Article Date: 11/1/2005

09_05nOD_Second Feature

How to Stand Out in a Crowd
Why should patients choose you over the doc down the street? Here are six ways to distinguish yourself to patients.
By Stephen M. Cohen, O.D., Scottsdale, Ariz.

Once you graduate, you have a chance to improve patients' quality of life and build long-term relationships with many of them. In fact, much of your
success will ride on how well you build and maintain these relationships. But how do you begin? How do you distinguish yourself from other optometrists in your community? A brand new office? High-tech equipment? Extra-long work days?

In the 20 years I've been in practice, I've found my ability to rise above patients' expectations is based on how I treat them and how much I improve the quality of their lives. If you follow these six tips — none of which involve buying anything — you'll distinguish yourself as a top-notch eyecare professional right from the start.

1. Educate your patients.

You're not just an optometrist; you're also an educator. If you can quickly and effectively educate patients about their options, they're more likely to remain your patients, adhere to your recall recommendations and refer their family and friends to your practice. In fact, educated patients are a walking marketing arm for your services. Thorough education improves your chances of expanding the services you offer your patients, meeting more of their needs and increasing per-patient revenue.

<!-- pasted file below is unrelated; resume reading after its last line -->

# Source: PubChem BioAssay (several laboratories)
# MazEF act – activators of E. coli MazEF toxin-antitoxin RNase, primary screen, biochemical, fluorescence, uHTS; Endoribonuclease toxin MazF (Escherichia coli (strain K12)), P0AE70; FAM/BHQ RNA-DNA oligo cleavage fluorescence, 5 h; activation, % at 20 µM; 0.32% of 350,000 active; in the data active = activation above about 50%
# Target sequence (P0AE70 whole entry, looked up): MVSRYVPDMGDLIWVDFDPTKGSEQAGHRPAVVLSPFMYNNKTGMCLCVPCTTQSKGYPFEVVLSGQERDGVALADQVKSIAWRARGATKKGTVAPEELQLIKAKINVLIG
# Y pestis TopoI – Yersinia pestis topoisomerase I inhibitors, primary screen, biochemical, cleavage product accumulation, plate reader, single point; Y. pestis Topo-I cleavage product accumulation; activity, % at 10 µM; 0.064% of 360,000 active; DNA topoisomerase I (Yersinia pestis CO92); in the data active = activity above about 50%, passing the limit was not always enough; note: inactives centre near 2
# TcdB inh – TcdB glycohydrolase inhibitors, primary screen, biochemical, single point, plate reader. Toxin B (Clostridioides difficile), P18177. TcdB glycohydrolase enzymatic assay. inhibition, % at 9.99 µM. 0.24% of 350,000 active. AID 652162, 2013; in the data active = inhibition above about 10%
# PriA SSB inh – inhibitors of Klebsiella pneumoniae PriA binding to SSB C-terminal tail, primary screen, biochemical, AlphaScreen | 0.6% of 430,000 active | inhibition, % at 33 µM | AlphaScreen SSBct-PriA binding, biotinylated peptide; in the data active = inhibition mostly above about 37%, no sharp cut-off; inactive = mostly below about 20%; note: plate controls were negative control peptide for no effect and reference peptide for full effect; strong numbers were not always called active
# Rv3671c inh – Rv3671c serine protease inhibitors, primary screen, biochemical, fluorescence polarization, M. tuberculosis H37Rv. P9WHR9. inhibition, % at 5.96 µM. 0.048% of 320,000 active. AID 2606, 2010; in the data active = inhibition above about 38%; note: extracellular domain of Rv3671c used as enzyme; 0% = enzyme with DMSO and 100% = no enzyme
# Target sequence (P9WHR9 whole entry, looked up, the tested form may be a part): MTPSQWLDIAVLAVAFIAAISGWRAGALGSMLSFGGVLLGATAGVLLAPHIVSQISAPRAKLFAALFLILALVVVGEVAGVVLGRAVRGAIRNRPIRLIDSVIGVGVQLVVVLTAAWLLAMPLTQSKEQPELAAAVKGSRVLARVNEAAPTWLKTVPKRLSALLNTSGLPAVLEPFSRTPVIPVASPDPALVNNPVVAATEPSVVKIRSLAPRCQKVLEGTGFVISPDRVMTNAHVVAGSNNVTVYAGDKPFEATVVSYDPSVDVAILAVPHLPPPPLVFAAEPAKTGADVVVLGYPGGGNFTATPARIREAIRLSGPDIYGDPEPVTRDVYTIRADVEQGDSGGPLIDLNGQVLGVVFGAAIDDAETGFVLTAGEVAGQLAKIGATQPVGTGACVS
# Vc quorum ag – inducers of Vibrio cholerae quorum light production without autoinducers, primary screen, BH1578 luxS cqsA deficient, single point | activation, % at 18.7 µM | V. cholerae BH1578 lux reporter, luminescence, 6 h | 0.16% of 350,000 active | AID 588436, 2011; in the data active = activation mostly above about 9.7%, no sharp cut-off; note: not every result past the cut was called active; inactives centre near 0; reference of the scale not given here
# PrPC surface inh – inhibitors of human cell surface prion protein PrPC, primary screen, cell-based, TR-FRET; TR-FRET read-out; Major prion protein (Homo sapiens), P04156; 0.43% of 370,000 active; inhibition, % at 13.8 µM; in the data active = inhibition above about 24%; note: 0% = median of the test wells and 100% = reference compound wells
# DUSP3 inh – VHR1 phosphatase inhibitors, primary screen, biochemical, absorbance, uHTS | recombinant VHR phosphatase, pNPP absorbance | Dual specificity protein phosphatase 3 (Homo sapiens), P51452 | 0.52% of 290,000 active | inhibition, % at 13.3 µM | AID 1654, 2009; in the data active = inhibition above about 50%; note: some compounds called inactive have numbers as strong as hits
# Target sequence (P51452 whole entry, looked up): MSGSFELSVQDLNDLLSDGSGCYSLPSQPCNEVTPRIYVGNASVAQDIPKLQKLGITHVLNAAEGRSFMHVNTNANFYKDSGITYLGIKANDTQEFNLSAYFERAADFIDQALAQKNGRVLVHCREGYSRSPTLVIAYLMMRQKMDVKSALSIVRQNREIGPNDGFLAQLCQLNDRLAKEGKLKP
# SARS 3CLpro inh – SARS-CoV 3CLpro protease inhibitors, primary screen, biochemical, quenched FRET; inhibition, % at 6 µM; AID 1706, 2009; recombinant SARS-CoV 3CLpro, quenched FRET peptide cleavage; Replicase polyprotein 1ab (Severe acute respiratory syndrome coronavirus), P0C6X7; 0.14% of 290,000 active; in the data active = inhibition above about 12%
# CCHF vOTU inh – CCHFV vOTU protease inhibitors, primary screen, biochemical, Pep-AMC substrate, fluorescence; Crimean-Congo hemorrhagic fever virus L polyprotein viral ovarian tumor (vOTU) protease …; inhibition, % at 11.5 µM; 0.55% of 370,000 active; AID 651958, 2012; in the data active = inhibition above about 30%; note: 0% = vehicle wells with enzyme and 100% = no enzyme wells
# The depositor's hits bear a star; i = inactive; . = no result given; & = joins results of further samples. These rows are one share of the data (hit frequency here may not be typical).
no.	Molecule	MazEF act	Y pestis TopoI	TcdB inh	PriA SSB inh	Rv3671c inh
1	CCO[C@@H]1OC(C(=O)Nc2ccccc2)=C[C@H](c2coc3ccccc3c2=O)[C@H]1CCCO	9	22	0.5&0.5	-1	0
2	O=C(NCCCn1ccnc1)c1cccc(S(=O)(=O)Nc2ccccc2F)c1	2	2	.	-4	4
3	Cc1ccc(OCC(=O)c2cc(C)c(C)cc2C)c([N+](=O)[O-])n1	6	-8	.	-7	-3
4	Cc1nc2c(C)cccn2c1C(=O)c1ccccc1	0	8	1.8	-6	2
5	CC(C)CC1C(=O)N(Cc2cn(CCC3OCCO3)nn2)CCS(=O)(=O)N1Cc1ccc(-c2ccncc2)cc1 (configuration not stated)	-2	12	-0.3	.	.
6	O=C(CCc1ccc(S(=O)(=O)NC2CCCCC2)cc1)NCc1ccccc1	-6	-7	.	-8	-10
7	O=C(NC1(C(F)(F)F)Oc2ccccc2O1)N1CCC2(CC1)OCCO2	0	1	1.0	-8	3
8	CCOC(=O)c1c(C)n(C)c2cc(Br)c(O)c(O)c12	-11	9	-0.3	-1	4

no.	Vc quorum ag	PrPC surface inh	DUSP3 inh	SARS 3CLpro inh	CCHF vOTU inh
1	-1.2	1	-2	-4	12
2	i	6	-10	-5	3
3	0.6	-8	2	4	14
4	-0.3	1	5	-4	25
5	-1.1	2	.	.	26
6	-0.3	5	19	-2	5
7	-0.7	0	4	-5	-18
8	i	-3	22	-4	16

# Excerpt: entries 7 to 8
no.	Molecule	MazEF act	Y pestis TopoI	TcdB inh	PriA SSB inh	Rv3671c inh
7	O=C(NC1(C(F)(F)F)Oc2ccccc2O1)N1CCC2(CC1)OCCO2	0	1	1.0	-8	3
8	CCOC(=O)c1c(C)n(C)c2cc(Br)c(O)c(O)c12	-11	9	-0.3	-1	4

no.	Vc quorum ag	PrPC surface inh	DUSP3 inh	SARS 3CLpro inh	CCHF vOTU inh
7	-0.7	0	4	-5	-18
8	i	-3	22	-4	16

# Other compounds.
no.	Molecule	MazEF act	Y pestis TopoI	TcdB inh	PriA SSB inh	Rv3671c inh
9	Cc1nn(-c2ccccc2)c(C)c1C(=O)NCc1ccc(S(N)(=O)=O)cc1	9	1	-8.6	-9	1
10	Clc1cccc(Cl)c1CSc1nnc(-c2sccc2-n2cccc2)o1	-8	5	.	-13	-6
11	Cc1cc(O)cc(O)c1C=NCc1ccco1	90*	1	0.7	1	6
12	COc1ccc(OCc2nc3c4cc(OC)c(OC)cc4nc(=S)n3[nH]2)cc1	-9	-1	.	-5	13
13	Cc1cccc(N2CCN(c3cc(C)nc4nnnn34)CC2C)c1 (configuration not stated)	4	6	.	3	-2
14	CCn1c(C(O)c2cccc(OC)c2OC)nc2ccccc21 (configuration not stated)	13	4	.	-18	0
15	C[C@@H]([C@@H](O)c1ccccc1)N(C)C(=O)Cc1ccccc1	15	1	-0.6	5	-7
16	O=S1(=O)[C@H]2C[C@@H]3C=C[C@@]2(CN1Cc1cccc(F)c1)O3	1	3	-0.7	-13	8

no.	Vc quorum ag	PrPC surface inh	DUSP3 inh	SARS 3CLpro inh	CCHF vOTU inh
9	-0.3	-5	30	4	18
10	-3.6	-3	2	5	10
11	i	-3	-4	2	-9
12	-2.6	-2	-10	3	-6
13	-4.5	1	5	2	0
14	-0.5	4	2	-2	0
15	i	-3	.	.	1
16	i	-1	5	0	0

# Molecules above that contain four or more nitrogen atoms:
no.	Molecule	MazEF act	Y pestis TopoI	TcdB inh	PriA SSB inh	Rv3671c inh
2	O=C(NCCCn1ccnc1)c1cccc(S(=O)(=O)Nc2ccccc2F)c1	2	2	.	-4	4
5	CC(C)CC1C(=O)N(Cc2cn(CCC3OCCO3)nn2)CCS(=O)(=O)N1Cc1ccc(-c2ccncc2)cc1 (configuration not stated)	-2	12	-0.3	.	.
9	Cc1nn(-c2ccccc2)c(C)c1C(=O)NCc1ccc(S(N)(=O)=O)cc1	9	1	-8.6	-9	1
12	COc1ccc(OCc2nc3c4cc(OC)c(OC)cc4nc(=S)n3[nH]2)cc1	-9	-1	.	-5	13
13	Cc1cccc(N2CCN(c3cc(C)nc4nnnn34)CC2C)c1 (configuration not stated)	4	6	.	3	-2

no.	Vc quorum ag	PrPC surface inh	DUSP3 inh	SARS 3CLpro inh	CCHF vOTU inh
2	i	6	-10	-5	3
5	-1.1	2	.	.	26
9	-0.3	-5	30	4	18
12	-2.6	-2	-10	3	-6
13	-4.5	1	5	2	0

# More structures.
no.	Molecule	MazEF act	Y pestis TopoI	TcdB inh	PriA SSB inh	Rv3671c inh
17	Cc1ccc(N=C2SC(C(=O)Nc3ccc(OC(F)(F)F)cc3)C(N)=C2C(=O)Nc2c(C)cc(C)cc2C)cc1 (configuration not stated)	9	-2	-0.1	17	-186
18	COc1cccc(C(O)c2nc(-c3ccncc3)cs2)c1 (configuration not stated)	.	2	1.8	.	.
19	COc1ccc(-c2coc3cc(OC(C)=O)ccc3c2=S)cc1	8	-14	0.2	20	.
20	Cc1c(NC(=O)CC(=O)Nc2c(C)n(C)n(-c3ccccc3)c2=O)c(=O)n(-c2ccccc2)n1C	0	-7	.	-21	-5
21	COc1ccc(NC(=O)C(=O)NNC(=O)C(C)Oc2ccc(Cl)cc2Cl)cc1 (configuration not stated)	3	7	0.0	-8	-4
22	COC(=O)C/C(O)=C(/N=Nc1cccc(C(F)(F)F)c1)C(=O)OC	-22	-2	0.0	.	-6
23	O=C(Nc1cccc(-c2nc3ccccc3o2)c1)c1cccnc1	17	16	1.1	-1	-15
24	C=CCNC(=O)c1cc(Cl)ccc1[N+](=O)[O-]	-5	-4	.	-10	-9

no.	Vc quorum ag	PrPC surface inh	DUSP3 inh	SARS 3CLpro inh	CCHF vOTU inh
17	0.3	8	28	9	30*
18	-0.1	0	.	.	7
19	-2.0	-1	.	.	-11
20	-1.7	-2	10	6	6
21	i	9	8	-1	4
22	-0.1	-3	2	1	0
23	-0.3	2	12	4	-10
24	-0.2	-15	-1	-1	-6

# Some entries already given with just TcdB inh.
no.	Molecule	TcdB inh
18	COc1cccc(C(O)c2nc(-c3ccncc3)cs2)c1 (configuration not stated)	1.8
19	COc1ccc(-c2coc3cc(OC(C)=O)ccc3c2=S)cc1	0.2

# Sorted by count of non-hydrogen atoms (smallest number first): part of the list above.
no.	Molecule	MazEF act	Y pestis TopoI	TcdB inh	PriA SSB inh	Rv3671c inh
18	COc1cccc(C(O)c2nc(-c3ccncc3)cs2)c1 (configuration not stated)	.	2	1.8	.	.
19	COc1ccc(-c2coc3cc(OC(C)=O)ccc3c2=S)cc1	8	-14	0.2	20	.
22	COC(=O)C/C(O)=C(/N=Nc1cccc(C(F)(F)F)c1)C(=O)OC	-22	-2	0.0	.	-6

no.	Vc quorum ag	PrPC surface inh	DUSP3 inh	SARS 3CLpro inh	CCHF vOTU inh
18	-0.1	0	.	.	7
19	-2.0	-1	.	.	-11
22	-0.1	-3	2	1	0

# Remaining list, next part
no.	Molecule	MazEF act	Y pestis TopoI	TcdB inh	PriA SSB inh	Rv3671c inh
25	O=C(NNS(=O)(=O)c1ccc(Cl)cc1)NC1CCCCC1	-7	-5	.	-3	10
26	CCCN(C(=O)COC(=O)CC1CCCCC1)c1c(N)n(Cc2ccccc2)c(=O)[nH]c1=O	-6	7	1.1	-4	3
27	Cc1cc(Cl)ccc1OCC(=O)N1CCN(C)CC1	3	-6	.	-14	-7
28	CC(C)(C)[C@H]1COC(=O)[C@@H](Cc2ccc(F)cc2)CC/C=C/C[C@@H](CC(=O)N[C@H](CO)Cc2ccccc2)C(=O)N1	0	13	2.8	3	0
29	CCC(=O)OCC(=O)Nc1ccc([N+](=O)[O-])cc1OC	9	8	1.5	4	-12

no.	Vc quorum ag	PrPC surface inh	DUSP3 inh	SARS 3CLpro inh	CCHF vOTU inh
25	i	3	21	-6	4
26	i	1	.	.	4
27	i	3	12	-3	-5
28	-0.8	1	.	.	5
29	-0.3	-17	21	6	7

Because time is typically a limiting factor in education, it's important to develop quick statements to help you meet your goals. For example, you might say, "We now have disposable bifocal contact lenses," or "You have surgical and non-surgical options to improve your vision."

These statements cover some of the advances in eye care without taking up a lot of precious chair time. Regardless of how much time you spend educating patients, the results are worthwhile.

Trade Excuses for Excellence

Colleagues who don't call their patients often offer two excuses: 1) "I'm too busy – I don't have the time," or 2) "I don't have the number handy." But you'll be pleased to learn the first excuse is unfounded, and the second is easily fixed.

You might think if you call your patients, you'll end up spending your entire evening on the phone. In my experience, this just doesn't happen. Patients are busy, too, and they respect my time. Also, they're usually so shocked to hear from me after hours or on the weekend that they're off the phone before they come up with additional questions.